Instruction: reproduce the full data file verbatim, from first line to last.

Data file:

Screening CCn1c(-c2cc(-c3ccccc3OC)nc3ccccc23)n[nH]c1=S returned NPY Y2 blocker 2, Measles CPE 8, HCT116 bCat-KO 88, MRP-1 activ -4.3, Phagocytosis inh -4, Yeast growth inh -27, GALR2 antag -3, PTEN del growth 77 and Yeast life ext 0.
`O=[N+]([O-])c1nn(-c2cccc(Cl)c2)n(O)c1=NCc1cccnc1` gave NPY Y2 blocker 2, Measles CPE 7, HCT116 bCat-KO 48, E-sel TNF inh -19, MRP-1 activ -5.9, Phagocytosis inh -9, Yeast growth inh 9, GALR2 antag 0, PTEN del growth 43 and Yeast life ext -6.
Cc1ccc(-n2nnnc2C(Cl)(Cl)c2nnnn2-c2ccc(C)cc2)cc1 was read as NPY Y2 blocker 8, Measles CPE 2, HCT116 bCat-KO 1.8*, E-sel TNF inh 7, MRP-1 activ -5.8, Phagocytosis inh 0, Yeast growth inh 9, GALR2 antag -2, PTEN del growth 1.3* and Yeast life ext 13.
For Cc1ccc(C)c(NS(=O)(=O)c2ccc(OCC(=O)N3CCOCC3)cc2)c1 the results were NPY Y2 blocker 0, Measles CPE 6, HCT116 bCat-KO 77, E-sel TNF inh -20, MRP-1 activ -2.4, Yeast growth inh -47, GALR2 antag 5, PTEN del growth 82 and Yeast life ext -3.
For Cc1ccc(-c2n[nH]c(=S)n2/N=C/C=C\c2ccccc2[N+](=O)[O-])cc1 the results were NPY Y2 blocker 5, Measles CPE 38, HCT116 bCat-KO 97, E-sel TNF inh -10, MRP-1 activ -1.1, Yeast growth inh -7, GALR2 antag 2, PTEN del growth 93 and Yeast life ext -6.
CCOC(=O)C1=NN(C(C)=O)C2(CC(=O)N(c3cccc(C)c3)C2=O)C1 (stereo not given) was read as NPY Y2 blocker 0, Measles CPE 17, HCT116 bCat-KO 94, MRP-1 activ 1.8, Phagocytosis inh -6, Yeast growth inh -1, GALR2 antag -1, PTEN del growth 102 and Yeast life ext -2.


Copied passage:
Screening CCn1c(-c2cc(-c3ccccc3OC)nc3ccccc23)n[nH]c1=S returned NPY Y2 blocker 2, Measles CPE 8, HCT116 bCat-KO 88, MRP-1 activ -4.3, Phagocytosis inh -4, Yeast growth inh -27, GALR2 antag -3, PTEN del growth 77 and Yeast life ext 0.
`O=[N+]([O-])c1nn(-c2cccc(Cl)c2)n(O)c1=NCc1cccnc1` gave NPY Y2 blocker 2, Measles CPE 7, HCT116 bCat-KO 48, E-sel TNF inh -19, MRP-1 activ -5.9, Phagocytosis inh -9, Yeast growth inh 9, GALR2 antag 0, PTEN del growth 43 and Yeast life ext -6.
Cc1ccc(-n2nnnc2C(Cl)(Cl)c2nnnn2-c2ccc(C)cc2)cc1 was read as NPY Y2 blocker 8, Measles CPE 2, HCT116 bCat-KO 1.8*, E-sel TNF inh 7, MRP-1 activ -5.8, Phagocytosis inh 0, Yeast growth inh 9, GALR2 antag -2, PTEN del growth 1.3* and Yeast life ext 13.
For Cc1ccc(C)c(NS(=O)(=O)c2ccc(OCC(=O)N3CCOCC3)cc2)c1 the results were NPY Y2 blocker 0, Measles CPE 6, HCT116 bCat-KO 77, E-sel TNF inh -20, MRP-1 activ -2.4, Yeast growth inh -47, GALR2 antag 5, PTEN del growth 82 and Yeast life ext -3.
For Cc1ccc(-c2n[nH]c(=S)n2/N=C/C=C\c2ccccc2[N+](=O)[O-])cc1 the results were NPY Y2 blocker 5, Measles CPE 38, HCT116 bCat-KO 97, E-sel TNF inh -10, MRP-1 activ -1.1, Yeast growth inh -7, GALR2 antag 2, PTEN del growth 93 and Yeast life ext -6.
CCOC(=O)C1=NN(C(C)=O)C2(CC(=O)N(c3cccc(C)c3)C2=O)C1 (stereo not given) was read as NPY Y2 blocker 0, Measles CPE 17, HCT116 bCat-KO 94, MRP-1 activ 1.8, Phagocytosis inh -6, Yeast growth inh -1, GALR2 antag -1, PTEN del growth 102 and Yeast life ext -2.